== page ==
If Catcher in the Rye does (or does not) offer the ideal, if occasionally uncomfortable, source material for making that awkward (but earnest!) leap from adolescence to young adulthood, “For Esme — with Love and Squalor” is among the handful of indispensable short stories (along with Hemingway’s “A Clean, Well-Lighted Place,” Tolstoy’s “The Three Hermits,” Kafka’s “First Sorrow,” James Joyce’s “Eveline,” and especially Joao Guimaraes Rosa’s “The Third Bank of the River”) that resonate on profound and permanent levels with a certain type of person at a certain age.
Perhaps, as already acknowledged, I simply came to The Catcher in the Rye too late (although, as already suggested, I am uncertain it was capable of working its celebrated charms on me, not because I didn’t relate to Holden Caulfield on some levels, but more because as I read I kept thinking “Yeah? Is this all you got?”). There can be no doubt that I came to “Esme” at exactly the right age: after digesting Catcher and spending many a session (and, the writer would be remiss to overlook, at least one enchanted, and mycologic evening) uncovering the ultimately not so mysterious mysteries of Aqualung. I was, inevitably, an ardent if confused soul quite concerned with “again becoming a man with all his fac– with all his f-a-c-u-l-t-i-e-s intact”.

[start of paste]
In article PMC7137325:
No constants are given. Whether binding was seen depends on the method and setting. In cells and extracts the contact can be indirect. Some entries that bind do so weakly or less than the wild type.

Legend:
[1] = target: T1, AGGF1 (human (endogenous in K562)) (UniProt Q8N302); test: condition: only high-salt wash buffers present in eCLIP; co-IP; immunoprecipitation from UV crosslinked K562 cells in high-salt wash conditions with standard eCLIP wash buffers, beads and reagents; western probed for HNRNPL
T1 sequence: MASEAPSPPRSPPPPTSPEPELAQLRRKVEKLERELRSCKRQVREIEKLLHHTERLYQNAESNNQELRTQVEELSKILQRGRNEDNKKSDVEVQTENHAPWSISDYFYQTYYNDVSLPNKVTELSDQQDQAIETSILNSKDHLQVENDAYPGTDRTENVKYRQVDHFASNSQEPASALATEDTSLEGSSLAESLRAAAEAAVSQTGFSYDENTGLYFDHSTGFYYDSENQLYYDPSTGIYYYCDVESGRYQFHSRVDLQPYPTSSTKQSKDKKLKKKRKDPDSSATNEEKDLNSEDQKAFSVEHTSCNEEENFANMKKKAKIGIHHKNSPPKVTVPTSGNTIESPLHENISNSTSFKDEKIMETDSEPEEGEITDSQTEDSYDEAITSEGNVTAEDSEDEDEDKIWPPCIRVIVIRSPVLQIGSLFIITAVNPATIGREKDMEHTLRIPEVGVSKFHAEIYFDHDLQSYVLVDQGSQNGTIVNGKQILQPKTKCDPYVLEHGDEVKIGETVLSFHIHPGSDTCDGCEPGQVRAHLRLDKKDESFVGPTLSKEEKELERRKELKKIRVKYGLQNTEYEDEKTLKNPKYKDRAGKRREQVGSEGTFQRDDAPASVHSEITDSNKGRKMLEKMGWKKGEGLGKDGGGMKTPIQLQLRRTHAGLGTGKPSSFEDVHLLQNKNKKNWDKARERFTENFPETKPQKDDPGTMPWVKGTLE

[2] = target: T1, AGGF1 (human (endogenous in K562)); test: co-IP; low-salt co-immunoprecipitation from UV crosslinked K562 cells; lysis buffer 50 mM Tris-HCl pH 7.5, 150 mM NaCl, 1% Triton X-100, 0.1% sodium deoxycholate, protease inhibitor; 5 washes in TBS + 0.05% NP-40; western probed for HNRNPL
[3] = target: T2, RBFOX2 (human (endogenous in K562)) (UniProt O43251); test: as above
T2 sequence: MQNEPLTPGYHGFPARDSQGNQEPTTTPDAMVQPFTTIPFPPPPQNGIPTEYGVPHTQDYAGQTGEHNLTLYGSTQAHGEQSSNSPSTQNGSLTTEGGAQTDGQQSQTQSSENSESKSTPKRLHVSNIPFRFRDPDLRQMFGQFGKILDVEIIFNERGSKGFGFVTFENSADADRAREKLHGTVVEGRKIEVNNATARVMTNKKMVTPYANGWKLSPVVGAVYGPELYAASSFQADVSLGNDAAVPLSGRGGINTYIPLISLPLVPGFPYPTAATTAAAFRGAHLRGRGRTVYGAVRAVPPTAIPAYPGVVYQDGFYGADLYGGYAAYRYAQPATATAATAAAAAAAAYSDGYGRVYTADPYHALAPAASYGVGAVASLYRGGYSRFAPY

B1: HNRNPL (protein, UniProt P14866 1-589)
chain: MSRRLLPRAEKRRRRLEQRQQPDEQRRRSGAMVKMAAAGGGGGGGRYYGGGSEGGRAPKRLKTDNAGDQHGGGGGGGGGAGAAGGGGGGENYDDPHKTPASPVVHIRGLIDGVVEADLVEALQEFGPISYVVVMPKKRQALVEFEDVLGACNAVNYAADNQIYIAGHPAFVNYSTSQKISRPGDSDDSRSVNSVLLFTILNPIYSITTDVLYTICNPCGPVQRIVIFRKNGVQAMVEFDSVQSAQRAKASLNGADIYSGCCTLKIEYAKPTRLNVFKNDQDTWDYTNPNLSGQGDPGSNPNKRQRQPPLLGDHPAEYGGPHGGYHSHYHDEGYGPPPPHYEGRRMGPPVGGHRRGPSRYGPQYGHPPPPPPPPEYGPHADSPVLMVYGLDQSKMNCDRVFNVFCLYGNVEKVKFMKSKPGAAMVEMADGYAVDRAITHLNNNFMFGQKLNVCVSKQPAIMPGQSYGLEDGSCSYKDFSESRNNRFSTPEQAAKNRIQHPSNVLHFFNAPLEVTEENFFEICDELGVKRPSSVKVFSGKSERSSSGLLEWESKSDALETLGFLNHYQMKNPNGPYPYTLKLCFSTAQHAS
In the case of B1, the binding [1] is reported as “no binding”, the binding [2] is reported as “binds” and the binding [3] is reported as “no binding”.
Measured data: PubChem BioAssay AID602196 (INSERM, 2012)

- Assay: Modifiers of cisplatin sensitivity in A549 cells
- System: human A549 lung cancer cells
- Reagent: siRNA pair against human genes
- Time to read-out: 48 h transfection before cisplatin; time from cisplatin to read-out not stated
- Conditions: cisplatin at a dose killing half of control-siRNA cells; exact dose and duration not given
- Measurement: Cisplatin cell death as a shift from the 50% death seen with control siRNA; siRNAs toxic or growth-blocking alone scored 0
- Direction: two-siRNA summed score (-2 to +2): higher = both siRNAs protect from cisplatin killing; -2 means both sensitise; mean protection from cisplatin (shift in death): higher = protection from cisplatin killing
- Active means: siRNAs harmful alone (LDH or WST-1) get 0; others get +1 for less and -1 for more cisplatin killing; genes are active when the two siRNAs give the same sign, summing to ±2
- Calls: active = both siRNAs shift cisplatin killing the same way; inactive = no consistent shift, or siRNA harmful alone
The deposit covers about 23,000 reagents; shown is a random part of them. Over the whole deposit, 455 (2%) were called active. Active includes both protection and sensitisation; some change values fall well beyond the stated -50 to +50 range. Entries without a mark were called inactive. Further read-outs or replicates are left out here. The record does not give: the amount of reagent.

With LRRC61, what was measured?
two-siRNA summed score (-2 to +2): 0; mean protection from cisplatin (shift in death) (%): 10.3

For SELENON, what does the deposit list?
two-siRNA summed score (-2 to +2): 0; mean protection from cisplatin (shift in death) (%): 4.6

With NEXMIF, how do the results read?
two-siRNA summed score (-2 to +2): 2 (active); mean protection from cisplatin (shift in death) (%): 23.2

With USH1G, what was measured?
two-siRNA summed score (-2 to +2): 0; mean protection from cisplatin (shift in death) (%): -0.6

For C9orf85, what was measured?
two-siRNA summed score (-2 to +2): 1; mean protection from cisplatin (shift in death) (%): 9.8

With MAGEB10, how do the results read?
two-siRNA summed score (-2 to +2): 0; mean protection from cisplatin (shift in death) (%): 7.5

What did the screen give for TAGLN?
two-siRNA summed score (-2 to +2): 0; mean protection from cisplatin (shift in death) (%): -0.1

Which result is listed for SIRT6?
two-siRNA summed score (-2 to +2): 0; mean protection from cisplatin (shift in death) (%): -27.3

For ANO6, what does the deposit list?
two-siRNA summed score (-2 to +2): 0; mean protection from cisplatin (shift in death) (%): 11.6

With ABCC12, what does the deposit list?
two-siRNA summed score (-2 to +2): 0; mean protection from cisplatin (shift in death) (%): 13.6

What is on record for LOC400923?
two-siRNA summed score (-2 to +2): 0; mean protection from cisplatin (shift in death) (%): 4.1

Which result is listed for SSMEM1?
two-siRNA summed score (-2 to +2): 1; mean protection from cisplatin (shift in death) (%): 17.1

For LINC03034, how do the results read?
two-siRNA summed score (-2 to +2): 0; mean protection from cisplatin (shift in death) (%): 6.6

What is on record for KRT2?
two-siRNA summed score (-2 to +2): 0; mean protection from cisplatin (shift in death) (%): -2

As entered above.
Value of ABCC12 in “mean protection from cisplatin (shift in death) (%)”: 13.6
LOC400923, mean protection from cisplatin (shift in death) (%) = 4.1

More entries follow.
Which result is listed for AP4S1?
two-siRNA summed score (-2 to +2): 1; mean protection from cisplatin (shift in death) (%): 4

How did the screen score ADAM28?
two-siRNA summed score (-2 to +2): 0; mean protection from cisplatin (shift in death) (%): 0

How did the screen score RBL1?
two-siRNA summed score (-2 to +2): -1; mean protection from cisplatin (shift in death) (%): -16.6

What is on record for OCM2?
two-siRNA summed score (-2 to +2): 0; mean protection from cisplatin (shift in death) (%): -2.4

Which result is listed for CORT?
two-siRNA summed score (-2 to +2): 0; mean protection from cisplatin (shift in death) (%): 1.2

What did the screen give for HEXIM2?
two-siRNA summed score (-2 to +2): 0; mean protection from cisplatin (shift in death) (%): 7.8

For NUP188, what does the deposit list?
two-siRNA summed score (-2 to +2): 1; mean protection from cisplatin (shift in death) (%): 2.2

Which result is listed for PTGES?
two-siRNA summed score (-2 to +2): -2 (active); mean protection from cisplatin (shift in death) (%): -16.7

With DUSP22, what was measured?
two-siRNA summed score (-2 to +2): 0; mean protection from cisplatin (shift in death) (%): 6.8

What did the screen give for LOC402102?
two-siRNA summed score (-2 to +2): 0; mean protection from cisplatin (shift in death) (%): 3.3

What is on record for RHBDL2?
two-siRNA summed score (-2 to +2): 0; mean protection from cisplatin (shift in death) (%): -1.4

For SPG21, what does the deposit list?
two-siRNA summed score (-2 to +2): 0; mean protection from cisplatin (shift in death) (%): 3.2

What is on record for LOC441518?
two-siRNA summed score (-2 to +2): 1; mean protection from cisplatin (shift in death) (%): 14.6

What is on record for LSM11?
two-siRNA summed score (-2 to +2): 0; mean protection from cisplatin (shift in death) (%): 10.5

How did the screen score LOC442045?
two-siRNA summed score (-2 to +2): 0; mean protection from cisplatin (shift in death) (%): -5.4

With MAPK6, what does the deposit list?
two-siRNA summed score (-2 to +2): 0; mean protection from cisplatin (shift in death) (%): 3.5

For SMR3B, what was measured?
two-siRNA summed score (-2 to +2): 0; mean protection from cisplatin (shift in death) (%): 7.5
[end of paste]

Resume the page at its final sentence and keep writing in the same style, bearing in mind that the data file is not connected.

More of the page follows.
Like the very best literature, “For Esme — with Love and Squalor” is every bit enjoyable and edifying to adult eyes as it is to, say, the wider eyes of a college sophomore. In fact, Salinger’s achievement is that much more poignant (and devastating) to an older audience who has actually known people who have been wounded or killed in war. But the narrator of this story is reeling from actual experience in the real world, so it resonates to a young reader about to enter it, and certainly a more mature reader who has seen and felt some of those proverbial slings and arrows. If there is a more quietly coruscating image in literature than the narrator lifting Esme’s (KIA) father’s wristwatch, which has shattered in transit, out of the care package, I’m not aware of it. The question, as the story ends, is: does that broken glass represent the narrator’s spirit, or will he rally to once more become part of the world?
This is the question so many (but apparently not enough, considering we are still fighting wars and still taking less than acceptable care of our veterans) young adults grapple with at a crucial time in their lives.
This is the question J.D. Salinger may or may not have answered, in his own inscrutable fashion, once he turned his back on fame — and his fans — and spent the last decades of his life in a golden cage of his making. Whether or not he was quietly desperate, or just quiet, will presumably be answered once those elusive and much-discussed manuscripts see the light of day.